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WASHINGTON -- Former national security adviser John Bolton said Tuesday that it may have been a "mistake" not to challenge President Donald Trump more aggressively during his tenure at the White House but that he tried to focus on U.S. foreign policy rather than on Trump's actions.

"I'm not an investigator," Bolton said during a Washington Post Live event. "I had plenty of stuff to do... . I told other White House advisers of my concern [and] I tried to do my job."

Bolton, who has come under intensifying criticism about the motivations behind his new book, The Room Where It Happened, said Americans have a misconception about the ability of White House advisers to challenge the president, suggesting that such pushback may have been futile but that he couldn't say for certain.

"Service in the White House is not like the West Wing," he said, referring to the TV drama. "There aren't dramatic confrontations with the president."

"It's easy from the outside to say that was wrong, and maybe it was a mistake," Bolton added.

The lifelong Republican released his memoir on Tuesday after a high-profile legal battle with the White House and advanced excerpts of the 592-page book ensured its place on bestseller lists.

The foreign-policy hawk has come under sustained attack from the president, who on Tuesday called him a "washed up Creepster" and a "lowlife."

The White House has accused Bolton of publishing classified information. A judge on Saturday rejected a request to block the sale of the book but said Bolton probably "jeopardized national security" and exposed himself to criminal prosecution.

Republicans in Congress have also impugned Bolton's motives, with House Minority Leader Kevin McCarthy of California saying, "Money drives a lot of people to say a lot of things," and tweeting that the book "could jeopardize our national security. Appalling."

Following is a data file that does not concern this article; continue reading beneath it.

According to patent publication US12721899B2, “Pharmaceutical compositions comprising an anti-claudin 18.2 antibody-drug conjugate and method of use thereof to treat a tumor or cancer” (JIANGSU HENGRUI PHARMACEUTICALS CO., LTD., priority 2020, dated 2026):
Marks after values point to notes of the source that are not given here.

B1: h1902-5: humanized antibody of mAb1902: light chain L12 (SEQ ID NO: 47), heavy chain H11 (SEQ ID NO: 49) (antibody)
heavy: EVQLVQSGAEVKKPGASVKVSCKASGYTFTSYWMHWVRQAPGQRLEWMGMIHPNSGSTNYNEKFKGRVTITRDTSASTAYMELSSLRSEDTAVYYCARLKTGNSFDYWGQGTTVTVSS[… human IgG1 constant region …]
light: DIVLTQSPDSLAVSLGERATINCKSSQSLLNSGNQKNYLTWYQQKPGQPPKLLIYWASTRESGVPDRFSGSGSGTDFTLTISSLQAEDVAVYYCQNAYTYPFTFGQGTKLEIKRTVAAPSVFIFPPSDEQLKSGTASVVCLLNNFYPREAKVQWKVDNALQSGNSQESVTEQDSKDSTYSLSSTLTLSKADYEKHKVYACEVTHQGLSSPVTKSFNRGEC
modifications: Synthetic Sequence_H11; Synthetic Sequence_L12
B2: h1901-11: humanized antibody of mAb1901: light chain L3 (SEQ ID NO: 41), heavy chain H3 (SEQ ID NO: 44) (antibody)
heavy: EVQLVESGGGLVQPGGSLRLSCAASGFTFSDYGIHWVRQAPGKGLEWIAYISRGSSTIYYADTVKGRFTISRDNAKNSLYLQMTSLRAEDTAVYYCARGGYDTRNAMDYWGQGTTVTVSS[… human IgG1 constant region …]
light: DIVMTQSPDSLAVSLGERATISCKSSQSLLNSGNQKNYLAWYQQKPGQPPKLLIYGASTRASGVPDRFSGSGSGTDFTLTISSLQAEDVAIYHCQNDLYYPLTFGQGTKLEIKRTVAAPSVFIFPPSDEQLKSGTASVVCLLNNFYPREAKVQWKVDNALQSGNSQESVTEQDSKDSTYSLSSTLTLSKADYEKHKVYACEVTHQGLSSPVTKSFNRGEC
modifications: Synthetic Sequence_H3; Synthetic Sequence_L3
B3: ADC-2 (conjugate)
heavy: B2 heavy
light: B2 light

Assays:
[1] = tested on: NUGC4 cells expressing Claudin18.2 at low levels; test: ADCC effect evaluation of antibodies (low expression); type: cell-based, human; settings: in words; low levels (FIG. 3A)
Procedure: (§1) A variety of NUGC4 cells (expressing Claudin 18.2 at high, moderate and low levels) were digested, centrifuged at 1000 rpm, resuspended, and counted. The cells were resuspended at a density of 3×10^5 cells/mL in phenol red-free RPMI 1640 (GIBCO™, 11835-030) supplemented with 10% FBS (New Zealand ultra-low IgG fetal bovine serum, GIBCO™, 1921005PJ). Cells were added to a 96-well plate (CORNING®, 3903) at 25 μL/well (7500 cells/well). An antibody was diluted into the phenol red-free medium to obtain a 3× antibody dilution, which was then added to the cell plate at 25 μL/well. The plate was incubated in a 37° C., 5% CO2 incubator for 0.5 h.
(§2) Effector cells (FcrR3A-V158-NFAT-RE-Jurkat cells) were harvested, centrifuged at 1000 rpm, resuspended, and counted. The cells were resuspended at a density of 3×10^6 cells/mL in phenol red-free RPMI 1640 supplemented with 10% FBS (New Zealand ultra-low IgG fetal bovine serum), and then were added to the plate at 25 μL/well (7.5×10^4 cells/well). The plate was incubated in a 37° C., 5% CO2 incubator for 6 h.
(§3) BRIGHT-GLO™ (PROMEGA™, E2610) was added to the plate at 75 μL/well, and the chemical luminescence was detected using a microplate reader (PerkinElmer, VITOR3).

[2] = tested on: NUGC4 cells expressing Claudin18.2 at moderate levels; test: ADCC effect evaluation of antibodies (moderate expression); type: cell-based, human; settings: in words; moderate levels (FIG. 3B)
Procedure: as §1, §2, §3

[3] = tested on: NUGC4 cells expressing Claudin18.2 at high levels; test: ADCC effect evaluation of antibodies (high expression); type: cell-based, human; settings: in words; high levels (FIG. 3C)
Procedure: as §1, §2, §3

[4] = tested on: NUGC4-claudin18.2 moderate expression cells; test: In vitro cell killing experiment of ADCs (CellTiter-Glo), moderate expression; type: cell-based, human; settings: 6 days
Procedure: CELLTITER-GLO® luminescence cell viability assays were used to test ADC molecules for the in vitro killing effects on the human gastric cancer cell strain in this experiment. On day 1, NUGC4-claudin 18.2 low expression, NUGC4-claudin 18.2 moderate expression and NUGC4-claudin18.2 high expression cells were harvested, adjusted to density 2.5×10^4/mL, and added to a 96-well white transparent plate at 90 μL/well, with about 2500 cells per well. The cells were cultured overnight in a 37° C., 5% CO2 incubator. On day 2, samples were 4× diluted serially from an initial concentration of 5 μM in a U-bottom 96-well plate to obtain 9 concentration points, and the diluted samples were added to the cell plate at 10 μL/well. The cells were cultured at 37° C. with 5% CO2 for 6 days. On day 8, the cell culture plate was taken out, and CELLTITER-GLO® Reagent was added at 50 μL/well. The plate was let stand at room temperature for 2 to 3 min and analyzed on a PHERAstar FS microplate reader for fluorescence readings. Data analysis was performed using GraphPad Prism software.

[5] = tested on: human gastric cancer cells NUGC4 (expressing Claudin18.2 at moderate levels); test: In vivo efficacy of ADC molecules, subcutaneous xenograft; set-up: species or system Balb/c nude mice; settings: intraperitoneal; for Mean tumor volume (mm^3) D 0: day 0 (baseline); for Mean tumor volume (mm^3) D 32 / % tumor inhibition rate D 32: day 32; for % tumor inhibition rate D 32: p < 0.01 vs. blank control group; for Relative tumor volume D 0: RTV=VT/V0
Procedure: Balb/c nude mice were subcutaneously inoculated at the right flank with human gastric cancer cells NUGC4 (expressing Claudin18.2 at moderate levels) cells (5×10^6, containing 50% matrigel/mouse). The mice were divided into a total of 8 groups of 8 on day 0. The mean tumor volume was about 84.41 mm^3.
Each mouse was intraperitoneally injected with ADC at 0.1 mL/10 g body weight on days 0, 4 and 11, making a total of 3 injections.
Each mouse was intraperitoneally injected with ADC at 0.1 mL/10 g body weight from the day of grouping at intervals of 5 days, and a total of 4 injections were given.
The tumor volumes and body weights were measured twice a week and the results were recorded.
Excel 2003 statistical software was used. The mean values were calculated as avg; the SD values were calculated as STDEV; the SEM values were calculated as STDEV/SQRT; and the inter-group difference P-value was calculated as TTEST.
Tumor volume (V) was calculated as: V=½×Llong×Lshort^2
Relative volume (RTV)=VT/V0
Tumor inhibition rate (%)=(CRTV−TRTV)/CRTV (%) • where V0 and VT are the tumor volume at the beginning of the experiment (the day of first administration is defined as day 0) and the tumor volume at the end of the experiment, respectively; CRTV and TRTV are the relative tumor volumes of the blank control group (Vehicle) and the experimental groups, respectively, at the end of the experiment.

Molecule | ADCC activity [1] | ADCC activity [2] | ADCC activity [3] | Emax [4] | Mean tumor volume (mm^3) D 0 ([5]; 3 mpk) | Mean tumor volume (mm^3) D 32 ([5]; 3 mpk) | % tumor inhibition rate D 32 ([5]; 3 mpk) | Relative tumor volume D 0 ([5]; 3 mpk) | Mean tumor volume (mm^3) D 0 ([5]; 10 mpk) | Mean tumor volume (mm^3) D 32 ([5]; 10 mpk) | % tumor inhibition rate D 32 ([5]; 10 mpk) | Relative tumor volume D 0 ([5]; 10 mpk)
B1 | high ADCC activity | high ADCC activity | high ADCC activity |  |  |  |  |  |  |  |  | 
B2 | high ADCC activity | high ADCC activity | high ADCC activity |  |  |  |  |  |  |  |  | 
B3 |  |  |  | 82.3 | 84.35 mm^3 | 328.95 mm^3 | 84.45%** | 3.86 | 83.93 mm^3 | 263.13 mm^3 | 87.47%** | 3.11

Democrats, meanwhile, have expressed disgust at Bolton's decision to wait until the publication of his book to reveal his allegation that the president's wrongdoing went far beyond the scope of the House impeachment probe, an assertion to which Bolton did not testify.

"I don't want to pay money for a book that was a substitute for testifying before Congress about the well-being of the American people," said House Speaker Nancy Pelosi, D-Calif.

Bolton told The Post that he entered the Trump administration hoping the then-ubiquitous stories of Trump's chaotic and fickle management style were exaggerated, but soon found out that they were accurate.

Bolton said the "most disturbing moment in the early days" of his tenure was at the NATO summit in Brussels in 2018 when Trump was "really was very close to withdrawing" from the alliance. Bolton said he, Secretary of State Mike Pompeo and then-Defense Secretary James Mattis did everything they could to prevent him from doing so.

"We all worked in various ways to help persuade the president not actually to withdraw," he said. "That whole incident, which played out over a 48-hour period, was very unnerving to me."


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